Indian Law Program renamed Native American Law and Sovereignty Institute – News and Events

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Mitchell Hamline’s Indian Law program will now be known as the Native American Law and Sovereignty Institute.

Commitment to this area of ​​law has deep roots in the two schools inherited from Mitchell Hamline, with co-director Colette Routel being the program’s oldest steward since its launch in 2009. The change helps to underscore the importance of sovereignty in the world. within Native Americans. right, according to co-director Angelique EagleWoman. “Tribal nations have ruled in this region and across the country from time immemorial. Our institute focuses on the sovereign-to-sovereign relationships of tribal governments in alliances and with the US federal government.

As one of less than 20 Indian law programs at law schools nationwide, the Mitchell Hamline Institute focuses on students and hands-on legal education. The program includes two clinic options – one on impact litigation and another on writing tribal codes.

After two years as a visiting professor at Mitchell Hamline, EagleWoman this year became a full professor. A citizen of Sisseton-Wahpeton Dakota Oyate, she was the first dean of an Indigenous law school in Canada, served as a tribal judge and co-authored an Indian law textbook called Mastering American Indian Law. “As the only female Dakota law professor, it is truly meaningful to be in the Dakota lands teaching law to future generations of lawyers in the field, both indigenous and non-indigenous. “

With a distinguished career in litigation and education, Routel has testified before Congress on Indian country law and has co-authored five U.S. Supreme Court amicus briefs over the past three warrants, including a brief cited in the landmark U.S. Supreme Court record. McGirt decision this year. She is working with clinical students on a treaty rights case involving several Wisconsin tribes, which is currently pending in federal court.

EagleWoman and Routel aim to help students succeed in law school; train them in moot competitions; and work to place alumni after graduation. “We want to expand and continue to have a strong program that proves lawyers who are rooted in serving their communities,” Routel noted.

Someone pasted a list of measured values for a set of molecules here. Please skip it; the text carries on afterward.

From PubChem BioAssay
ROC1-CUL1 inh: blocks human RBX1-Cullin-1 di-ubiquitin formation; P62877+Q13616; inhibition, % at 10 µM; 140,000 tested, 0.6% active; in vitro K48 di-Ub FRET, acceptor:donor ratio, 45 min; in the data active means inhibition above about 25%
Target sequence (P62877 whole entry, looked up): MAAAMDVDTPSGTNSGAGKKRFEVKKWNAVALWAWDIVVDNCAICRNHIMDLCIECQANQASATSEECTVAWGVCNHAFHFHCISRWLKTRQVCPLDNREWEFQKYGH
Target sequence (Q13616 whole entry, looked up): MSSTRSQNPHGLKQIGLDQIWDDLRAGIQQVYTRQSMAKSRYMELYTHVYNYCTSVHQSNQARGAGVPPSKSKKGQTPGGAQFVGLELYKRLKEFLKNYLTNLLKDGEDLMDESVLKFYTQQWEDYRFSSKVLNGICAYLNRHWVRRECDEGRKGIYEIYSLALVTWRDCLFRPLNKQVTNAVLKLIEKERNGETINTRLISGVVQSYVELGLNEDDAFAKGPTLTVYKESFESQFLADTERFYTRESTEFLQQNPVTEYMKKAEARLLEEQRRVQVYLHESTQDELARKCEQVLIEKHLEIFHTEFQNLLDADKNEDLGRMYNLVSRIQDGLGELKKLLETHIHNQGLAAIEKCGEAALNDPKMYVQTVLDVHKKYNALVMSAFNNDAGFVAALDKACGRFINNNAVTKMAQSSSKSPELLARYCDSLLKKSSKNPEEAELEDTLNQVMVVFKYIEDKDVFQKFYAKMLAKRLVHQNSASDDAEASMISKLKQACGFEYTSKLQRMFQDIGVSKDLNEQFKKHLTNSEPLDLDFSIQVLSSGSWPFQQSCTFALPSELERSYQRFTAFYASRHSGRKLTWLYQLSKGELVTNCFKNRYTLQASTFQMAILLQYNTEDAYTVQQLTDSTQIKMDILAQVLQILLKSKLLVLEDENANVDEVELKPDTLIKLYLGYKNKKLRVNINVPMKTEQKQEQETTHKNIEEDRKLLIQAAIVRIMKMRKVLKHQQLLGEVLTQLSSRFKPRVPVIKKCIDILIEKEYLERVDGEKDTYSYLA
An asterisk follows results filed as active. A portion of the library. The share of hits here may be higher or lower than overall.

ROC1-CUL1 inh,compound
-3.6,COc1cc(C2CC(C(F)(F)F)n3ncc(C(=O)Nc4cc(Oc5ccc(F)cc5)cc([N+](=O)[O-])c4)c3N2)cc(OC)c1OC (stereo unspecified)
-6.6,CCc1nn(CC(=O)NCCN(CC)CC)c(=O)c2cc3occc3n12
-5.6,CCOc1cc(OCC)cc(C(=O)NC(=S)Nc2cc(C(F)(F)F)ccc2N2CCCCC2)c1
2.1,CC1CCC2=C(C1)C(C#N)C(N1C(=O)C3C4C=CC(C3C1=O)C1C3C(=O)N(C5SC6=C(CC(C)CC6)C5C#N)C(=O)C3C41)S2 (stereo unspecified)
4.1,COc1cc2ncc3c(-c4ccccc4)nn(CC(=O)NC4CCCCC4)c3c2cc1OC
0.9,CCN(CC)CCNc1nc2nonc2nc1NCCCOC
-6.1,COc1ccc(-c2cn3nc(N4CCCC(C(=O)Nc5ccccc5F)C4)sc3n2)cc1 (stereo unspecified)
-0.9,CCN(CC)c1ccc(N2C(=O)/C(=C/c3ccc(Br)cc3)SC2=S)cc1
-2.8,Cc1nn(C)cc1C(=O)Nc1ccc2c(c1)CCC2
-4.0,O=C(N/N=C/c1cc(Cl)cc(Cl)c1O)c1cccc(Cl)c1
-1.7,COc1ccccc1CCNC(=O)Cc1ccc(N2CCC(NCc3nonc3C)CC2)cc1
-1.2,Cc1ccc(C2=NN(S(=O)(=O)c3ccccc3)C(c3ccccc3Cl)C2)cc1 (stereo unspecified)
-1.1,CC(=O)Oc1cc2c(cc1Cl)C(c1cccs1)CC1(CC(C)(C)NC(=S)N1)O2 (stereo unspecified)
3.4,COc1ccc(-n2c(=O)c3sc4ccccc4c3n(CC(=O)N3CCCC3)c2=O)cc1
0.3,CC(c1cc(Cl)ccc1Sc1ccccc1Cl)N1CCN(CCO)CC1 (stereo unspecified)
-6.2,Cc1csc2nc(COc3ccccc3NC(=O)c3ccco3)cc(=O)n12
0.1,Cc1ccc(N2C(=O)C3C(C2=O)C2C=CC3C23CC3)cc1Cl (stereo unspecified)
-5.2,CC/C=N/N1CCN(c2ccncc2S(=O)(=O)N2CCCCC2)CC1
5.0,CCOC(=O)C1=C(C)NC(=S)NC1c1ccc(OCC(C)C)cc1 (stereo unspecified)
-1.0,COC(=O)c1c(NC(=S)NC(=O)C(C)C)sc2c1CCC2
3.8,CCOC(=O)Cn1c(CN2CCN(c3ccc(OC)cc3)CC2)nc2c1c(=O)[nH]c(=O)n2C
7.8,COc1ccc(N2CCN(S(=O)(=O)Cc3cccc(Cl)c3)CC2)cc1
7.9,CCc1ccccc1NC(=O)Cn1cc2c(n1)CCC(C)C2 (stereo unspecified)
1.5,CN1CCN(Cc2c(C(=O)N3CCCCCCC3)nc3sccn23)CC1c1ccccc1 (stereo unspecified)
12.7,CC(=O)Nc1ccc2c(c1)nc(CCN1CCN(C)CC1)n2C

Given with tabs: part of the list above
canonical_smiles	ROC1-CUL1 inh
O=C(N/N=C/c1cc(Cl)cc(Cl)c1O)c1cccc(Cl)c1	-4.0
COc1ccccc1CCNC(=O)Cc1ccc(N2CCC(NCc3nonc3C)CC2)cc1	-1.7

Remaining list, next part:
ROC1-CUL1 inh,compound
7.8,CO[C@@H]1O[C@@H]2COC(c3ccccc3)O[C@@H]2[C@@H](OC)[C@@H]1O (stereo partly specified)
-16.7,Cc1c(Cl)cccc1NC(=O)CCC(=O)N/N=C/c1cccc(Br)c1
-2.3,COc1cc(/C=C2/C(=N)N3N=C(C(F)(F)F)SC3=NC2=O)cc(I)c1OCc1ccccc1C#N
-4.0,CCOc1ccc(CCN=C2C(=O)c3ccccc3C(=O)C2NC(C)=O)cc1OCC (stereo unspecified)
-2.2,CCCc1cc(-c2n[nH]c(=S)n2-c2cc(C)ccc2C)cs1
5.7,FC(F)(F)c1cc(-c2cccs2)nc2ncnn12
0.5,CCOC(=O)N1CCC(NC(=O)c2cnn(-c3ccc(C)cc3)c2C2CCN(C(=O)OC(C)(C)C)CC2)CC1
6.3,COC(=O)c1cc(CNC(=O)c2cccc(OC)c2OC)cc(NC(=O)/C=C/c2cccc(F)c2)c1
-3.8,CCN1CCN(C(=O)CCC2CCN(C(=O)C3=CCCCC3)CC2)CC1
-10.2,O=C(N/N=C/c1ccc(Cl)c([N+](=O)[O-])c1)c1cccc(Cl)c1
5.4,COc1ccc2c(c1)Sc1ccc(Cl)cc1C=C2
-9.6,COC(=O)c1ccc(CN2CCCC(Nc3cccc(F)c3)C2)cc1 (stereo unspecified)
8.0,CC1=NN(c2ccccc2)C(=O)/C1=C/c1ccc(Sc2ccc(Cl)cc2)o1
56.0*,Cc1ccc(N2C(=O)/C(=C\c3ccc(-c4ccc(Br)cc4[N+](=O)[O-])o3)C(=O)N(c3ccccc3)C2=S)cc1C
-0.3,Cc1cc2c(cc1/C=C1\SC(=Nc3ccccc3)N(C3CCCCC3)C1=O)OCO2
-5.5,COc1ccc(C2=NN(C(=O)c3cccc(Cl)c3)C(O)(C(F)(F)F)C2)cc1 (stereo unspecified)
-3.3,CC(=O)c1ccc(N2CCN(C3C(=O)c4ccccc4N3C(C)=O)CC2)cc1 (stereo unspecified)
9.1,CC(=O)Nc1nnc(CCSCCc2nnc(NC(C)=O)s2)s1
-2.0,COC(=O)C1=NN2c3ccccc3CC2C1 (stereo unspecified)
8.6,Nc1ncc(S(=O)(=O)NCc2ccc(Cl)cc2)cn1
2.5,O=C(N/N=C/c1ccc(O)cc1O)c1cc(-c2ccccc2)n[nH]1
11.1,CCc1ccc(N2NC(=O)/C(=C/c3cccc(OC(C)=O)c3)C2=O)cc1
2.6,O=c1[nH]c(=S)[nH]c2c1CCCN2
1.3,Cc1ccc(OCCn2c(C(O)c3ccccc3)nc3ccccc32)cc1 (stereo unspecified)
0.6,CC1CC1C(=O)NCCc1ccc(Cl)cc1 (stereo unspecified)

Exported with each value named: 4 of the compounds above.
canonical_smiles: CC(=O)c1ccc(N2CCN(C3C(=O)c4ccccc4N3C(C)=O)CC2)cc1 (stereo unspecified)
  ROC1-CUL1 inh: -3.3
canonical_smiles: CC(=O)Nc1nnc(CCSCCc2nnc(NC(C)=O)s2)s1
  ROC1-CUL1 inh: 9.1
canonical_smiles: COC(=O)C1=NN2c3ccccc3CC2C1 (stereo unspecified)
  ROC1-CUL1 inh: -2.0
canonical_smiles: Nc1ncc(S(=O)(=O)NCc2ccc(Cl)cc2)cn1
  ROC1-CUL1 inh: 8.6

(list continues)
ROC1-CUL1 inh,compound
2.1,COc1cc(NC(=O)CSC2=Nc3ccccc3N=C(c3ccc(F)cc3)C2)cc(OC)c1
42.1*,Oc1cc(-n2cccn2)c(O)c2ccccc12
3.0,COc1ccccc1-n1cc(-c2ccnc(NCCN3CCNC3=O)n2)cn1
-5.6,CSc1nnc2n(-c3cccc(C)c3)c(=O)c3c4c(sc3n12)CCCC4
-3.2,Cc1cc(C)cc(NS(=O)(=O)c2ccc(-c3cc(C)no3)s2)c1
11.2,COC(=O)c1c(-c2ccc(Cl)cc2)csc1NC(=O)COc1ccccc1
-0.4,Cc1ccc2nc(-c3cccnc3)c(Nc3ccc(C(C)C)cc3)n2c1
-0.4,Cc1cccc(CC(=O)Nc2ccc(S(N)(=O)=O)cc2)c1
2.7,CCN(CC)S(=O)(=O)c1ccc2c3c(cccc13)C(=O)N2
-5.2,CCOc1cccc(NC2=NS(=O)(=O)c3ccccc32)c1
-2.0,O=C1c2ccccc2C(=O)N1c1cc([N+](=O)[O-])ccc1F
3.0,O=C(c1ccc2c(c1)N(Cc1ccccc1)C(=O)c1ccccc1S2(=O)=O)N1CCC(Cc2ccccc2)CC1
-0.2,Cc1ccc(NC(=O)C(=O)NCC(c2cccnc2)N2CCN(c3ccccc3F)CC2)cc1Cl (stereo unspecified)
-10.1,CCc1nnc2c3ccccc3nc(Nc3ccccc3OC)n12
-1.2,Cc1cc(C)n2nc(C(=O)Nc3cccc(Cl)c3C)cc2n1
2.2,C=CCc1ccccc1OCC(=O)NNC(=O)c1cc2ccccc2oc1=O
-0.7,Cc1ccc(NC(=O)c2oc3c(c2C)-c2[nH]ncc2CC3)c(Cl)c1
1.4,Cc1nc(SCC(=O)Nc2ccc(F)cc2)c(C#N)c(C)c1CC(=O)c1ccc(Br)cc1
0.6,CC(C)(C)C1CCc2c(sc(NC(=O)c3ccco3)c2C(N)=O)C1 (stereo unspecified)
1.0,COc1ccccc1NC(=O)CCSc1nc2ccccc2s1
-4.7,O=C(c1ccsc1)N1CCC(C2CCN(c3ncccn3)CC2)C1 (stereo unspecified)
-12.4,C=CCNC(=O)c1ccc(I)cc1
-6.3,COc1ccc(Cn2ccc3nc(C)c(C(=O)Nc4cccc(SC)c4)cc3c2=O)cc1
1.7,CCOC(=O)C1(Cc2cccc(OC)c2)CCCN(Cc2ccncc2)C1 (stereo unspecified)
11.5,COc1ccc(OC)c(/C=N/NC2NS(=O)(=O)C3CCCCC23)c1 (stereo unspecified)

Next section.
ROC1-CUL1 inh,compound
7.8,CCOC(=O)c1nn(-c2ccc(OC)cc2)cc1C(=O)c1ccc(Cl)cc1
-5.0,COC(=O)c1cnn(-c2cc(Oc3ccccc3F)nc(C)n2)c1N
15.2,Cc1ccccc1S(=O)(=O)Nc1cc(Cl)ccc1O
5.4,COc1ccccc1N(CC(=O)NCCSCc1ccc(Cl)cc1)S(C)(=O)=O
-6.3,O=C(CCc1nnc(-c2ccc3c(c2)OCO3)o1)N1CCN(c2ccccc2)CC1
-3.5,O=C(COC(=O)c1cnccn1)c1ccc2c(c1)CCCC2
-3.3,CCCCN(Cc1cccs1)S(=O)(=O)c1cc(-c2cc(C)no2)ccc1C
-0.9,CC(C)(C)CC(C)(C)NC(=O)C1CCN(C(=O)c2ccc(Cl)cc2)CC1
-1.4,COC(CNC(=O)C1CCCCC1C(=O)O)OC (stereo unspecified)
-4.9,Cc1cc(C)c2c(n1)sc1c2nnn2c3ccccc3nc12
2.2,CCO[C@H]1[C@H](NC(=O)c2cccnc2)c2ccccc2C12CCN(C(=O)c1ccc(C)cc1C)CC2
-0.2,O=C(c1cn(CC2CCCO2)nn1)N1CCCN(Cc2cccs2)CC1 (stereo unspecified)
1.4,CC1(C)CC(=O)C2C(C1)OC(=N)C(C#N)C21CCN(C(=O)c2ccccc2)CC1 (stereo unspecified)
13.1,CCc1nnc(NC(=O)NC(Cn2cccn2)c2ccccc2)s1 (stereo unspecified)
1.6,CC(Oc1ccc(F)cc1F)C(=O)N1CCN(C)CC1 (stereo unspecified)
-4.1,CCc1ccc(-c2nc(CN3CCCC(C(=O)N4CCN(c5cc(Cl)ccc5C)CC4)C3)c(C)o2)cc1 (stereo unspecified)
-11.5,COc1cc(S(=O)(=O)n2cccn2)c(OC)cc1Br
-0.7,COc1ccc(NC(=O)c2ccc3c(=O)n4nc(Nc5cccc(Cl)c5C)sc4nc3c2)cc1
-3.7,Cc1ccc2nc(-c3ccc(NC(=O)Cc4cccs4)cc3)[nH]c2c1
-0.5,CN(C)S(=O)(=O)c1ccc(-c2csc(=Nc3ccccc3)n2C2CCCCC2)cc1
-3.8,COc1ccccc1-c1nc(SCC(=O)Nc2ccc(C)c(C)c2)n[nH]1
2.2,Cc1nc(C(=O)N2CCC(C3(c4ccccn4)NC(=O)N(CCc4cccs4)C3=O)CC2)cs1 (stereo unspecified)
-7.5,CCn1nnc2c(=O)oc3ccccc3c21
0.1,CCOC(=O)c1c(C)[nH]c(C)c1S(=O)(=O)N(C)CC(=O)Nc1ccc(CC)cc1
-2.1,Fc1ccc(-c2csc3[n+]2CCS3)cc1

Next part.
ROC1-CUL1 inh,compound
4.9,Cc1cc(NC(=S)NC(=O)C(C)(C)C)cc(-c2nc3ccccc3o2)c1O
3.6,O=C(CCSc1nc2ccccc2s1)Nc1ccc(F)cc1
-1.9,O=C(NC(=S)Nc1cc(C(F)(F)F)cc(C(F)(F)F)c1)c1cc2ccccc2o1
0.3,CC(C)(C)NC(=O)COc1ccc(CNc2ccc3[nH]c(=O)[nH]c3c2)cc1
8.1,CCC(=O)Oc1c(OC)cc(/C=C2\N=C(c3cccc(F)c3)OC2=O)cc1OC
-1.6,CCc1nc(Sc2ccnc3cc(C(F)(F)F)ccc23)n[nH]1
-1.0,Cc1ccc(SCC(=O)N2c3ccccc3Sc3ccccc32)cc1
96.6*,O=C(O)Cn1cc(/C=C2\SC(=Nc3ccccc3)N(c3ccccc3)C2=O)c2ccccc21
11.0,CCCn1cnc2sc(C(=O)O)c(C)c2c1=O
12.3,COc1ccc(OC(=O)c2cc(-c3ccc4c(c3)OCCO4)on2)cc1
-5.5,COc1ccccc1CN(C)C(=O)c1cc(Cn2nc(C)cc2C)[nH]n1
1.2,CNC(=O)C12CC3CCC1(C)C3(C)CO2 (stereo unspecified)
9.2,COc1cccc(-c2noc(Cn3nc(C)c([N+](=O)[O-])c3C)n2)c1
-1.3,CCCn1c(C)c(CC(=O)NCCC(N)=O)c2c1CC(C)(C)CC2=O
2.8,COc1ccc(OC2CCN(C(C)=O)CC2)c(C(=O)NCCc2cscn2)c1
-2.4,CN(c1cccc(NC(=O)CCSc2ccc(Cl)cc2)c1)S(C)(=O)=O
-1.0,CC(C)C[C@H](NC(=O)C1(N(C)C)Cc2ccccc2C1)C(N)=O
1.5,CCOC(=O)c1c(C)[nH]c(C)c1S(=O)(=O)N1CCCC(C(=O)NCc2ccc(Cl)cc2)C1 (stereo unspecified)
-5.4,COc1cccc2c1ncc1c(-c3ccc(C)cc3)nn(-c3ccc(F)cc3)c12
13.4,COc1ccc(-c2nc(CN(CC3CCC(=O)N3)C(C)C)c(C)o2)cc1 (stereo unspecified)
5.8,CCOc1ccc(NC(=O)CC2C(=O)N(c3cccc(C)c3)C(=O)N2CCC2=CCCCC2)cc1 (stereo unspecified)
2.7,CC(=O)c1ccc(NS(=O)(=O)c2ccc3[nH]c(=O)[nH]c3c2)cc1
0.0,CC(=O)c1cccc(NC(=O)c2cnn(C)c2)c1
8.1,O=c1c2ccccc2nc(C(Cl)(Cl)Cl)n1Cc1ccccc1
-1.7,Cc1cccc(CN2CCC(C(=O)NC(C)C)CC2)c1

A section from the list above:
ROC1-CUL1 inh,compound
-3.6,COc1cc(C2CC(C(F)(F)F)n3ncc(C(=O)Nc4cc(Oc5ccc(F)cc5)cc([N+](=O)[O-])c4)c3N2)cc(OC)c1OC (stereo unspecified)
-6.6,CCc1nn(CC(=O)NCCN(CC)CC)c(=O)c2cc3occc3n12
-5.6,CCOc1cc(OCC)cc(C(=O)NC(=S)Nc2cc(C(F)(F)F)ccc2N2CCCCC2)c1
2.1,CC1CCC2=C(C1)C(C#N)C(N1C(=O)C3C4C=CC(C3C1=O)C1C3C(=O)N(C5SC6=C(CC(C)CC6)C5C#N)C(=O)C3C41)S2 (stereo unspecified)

“I have wanted to get a degree in Indigenous law since I was 12,” said Angela Levasseur, second year student, member of the Nisichawayasihk Cree Nation in Manitoba, Canada. “To be self-reliant, self-sufficient and self-determined, Indigenous nations must assert control over their affairs and their justice systems. “

After earning several degrees, Levasseur learned that his nation’s chief and council were recruiting citizens to attend law school so that they could work for the nation as legal counsel in the future. A teacher and mother of five, Levasseur joined Mitchell Hamline because of her flexibility, which still allows her to work full time.

“I will be my people’s advocate, which will be my dream come true.”

Levasseur is co-vice-president of the Mitchell Hamline Native American Law Students Association. This year’s NALSA President Patti Buhl had a long career in law enforcement, most notably as a police chief, before enrolling in law school. Earlier this year, she was named Coordinator of Oklahoma State’s Efforts to Investigate and Respond to Missing and Murdered Indigenous Persons Cases.

Several alums work for tribal governments. When the eastern band of Cherokee Indians in North Carolina established their first legal aid office, Bonnie Claxton ’13, a citizen of the Chickasaw Nation, became the first manager. Jessie Stomski Seim ’08, a citizen of Creek, is General Counsel for the Indian community of Prairie Island in southeast Minnesota.

“There has been a series of injustices for Native Americans since the founding of the United States,” EagleWoman said. “Although treaties have been made, there are still many problems to be resolved in order to realize the full extent of treaty obligations between the United States and tribal governments.”

“It’s really hard to imagine practicing law in a state without knowing Indian law,” Routel adds. “There are 574 federally recognized tribal nations in the United States. Even if you never practice in a tribal court or work on a fundraising project on a reserve, for example, as tribes continue to expand their businesses in an era of greater self-determination, knowledge of the law Native American is essential.

“You can’t be a lawyer in this state and not know about these issues.”

Professors EagleWoman and Routel will be hosting an open house on October 20 for anyone interested in learning more about Mitchell Hamline’s Native American Law and Sovereignty Institute. More information.

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